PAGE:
Why Can People Effectively Access Remote Associations? Eye Movements during Chinese Remote Associates Problem Solving

Ching Lin Wu, Shu Ling Peng, Hsueh Chih Chen

Research output: Contribution to journalArticlepeer-review

Abstract

An increasing number of studies have explored the process of how subjects solve problems through remote association. Most research has investigated the relationship between an individual’s response to semantic search during the think-aloud operation and the individual’s reply performance. Few studies, however, have examined the process of obtaining objective physiological indices. Eye-tracking technology is a powerful tool with which to dissect the process of problem solving, with tracked fixation indices that reflect an individual’s internal cognitive mechanisms. This study, based on participants’ fixation order for various stimulus words, was the first to introduce the concept of association search span, a concept that can be further divided into distributed association and centralized association. This study recorded 62 participants’ eye movement indices in an eye-tracking experiment. The results showed that participants with higher remote association ability used more distributed associations and fewer centralized associations. The results indicated that the stronger remote association ability a participant has, the more likely that participant is to form associations with different stimulus words. It was also found that flexible thinking plays a vital role in the generation of remote associations.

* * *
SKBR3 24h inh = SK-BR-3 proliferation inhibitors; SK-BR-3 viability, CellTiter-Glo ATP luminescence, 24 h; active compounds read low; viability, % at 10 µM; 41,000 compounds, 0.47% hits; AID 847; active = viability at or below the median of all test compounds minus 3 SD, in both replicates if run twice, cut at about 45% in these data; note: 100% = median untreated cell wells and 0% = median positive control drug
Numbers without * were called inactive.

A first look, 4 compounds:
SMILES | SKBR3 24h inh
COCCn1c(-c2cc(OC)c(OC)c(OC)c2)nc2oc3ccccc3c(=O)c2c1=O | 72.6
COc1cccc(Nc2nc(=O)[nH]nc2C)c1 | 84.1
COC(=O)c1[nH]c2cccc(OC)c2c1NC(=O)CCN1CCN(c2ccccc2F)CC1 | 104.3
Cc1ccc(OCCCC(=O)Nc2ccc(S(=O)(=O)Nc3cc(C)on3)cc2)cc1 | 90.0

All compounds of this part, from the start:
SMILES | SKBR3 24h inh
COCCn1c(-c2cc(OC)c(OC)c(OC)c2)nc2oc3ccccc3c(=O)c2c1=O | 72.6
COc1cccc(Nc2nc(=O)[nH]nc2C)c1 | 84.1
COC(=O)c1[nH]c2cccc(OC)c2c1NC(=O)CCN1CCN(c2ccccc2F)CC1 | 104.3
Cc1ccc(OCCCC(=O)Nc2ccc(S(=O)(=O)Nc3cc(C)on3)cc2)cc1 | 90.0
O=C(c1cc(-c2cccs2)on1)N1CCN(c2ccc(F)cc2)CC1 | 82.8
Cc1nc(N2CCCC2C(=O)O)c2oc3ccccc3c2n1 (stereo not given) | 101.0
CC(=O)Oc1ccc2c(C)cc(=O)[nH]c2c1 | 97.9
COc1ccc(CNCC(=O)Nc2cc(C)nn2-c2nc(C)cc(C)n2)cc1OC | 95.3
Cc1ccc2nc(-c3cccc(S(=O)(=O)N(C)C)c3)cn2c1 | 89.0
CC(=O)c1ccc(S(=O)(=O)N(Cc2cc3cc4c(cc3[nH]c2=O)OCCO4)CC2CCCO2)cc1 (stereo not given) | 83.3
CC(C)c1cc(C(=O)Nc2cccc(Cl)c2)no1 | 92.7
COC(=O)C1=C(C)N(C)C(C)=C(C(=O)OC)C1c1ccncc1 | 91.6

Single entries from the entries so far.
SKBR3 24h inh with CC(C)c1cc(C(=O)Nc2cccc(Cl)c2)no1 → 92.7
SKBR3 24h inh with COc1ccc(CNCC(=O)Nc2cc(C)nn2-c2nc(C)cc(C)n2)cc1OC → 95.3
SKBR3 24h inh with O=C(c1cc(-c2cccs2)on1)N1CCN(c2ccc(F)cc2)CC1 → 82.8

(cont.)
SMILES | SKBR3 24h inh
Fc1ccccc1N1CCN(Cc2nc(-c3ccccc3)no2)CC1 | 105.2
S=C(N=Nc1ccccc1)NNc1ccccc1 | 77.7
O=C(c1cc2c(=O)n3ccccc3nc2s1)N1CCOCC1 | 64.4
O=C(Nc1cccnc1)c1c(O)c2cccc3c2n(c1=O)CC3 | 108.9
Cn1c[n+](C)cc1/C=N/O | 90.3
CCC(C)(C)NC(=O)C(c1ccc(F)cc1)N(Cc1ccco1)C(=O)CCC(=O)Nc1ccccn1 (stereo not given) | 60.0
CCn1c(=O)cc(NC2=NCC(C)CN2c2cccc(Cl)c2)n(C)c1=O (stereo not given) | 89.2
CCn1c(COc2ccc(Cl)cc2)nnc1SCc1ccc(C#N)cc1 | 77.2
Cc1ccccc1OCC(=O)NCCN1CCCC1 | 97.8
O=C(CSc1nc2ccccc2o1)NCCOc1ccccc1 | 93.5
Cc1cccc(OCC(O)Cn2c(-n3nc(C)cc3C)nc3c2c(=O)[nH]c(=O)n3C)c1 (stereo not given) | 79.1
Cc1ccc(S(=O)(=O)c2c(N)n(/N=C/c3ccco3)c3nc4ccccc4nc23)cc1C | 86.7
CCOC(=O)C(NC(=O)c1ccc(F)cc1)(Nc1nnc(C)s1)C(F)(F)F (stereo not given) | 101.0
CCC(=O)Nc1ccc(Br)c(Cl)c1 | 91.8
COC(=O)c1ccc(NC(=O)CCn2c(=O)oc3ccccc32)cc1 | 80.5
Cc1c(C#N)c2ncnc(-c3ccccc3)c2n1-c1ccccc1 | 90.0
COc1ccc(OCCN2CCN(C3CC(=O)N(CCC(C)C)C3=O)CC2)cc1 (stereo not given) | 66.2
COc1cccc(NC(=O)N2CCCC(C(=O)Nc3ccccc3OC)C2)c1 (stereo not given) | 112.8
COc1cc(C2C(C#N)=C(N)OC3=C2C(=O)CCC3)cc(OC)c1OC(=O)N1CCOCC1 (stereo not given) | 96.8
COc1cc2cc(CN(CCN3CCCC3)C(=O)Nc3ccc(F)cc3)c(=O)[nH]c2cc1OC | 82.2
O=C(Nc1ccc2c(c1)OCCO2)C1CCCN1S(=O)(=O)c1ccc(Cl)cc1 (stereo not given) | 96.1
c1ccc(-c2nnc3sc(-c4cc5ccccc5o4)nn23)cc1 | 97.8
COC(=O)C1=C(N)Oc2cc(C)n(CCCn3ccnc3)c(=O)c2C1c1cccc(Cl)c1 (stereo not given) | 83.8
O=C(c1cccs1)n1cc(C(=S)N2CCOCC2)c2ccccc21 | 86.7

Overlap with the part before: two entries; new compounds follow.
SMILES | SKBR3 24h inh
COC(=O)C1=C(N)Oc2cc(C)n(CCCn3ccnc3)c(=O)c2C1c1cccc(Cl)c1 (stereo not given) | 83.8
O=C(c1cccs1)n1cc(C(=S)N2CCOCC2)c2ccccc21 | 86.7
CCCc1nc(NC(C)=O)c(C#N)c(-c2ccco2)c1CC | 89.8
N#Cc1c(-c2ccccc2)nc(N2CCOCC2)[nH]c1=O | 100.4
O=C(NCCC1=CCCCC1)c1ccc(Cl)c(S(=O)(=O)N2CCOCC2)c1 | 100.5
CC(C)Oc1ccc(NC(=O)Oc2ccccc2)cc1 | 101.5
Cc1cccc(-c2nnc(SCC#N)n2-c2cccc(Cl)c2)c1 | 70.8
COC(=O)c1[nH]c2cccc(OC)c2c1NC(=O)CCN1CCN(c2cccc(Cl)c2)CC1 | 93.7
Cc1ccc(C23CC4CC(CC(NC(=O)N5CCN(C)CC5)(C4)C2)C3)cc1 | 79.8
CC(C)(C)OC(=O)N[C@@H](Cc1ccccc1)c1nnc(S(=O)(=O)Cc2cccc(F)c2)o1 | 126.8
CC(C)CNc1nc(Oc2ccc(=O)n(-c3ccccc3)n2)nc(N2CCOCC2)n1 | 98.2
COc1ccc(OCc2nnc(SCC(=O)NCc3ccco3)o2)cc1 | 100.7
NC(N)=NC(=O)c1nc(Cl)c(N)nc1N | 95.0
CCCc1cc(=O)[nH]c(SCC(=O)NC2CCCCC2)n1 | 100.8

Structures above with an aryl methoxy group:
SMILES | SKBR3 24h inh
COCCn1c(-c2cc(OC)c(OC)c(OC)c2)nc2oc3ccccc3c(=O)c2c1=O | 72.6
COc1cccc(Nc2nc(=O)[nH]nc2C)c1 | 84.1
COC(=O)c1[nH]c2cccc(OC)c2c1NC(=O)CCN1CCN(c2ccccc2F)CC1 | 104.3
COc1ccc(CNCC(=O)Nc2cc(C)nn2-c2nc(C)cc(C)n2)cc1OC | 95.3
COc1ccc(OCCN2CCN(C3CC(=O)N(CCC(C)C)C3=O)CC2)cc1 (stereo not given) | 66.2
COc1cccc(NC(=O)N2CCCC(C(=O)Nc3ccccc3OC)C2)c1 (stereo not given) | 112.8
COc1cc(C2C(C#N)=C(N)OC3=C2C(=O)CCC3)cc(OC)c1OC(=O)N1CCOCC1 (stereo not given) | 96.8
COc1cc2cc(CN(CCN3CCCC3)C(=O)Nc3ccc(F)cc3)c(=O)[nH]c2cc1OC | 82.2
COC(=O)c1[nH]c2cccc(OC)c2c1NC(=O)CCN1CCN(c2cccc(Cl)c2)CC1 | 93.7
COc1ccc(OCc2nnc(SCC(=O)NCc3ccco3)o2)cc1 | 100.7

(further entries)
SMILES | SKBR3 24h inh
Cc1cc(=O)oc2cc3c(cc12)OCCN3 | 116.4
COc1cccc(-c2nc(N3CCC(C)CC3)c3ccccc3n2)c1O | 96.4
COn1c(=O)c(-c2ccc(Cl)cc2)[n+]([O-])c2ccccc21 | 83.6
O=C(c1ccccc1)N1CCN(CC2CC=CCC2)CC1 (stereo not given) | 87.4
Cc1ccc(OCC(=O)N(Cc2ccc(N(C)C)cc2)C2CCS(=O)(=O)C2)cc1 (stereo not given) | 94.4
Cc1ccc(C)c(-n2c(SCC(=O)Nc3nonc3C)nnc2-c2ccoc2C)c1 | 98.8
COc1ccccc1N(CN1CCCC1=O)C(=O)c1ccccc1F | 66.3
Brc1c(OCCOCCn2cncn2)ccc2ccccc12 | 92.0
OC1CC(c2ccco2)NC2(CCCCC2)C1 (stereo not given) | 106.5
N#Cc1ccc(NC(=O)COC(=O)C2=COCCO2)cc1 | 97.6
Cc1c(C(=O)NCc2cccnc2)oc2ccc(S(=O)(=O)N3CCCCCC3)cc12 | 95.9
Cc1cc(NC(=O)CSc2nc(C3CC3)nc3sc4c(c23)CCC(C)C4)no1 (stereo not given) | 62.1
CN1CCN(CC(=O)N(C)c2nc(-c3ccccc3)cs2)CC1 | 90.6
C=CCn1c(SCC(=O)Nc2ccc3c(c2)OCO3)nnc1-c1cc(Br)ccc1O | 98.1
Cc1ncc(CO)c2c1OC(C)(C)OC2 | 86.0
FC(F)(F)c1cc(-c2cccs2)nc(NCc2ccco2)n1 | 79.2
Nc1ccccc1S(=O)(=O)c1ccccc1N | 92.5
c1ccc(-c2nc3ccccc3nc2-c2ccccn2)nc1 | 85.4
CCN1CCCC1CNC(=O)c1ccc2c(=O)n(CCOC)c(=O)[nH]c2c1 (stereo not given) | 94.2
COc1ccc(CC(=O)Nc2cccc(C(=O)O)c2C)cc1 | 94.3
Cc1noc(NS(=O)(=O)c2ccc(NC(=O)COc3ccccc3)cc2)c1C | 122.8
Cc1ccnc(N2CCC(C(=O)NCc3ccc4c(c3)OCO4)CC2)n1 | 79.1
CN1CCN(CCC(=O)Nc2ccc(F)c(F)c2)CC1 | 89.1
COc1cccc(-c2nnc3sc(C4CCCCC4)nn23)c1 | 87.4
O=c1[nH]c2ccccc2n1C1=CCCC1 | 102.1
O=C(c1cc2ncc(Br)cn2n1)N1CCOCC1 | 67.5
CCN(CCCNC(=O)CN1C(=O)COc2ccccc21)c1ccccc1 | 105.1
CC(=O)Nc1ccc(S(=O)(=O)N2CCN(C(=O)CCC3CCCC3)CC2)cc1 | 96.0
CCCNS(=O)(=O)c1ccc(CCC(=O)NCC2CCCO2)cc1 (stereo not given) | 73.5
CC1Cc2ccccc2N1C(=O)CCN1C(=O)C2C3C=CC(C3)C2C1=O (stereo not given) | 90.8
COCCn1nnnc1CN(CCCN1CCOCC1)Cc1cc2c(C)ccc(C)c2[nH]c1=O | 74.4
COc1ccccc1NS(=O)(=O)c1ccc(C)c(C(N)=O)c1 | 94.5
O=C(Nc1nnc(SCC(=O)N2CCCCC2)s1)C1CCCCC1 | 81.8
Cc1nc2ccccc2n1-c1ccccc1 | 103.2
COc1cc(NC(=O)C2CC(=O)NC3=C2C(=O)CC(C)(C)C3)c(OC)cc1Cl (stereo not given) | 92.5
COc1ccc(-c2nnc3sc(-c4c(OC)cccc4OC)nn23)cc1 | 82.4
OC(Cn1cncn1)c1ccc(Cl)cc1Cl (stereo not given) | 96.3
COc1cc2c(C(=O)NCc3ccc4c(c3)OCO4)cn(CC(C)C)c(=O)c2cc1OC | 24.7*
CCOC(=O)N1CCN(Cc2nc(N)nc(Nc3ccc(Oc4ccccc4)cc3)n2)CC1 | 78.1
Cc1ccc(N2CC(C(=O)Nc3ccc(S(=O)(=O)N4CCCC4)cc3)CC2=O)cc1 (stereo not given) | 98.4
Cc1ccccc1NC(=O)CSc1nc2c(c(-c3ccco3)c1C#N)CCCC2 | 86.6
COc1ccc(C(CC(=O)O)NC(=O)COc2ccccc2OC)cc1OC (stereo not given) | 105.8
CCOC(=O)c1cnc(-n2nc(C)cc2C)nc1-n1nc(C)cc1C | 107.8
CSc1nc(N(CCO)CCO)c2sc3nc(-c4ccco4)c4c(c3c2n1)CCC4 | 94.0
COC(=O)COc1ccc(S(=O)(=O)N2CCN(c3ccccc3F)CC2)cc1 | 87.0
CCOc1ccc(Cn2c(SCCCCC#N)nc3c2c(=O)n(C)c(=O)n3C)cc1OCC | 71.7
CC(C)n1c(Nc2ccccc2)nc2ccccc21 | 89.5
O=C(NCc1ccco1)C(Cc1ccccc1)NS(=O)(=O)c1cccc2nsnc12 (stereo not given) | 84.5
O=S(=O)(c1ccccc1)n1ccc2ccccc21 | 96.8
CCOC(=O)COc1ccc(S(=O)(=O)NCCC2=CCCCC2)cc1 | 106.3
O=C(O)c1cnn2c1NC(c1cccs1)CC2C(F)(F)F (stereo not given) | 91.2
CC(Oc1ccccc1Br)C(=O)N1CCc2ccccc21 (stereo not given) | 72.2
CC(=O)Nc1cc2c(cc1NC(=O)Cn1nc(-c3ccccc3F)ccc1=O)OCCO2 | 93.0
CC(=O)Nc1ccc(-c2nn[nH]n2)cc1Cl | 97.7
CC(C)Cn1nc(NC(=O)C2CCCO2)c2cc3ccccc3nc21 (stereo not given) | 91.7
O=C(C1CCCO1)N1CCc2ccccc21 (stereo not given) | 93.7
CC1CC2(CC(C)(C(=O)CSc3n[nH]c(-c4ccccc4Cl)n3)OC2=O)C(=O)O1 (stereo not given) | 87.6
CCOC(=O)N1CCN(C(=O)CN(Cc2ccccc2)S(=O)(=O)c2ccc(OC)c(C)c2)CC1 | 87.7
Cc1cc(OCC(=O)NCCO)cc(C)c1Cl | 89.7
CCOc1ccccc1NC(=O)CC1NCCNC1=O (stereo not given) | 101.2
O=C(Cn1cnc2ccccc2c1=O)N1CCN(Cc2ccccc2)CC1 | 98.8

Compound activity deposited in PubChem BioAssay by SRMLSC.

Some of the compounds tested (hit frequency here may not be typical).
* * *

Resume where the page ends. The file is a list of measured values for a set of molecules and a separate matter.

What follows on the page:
Original languageEnglish
JournalCreativity Research Journal
DOIs
Publication statusAccepted/In press - 2021

ASJC Scopus subject areas

  • Visual Arts and Performing Arts
  • Developmental and Educational Psychology
  • Psychology (miscellaneous)

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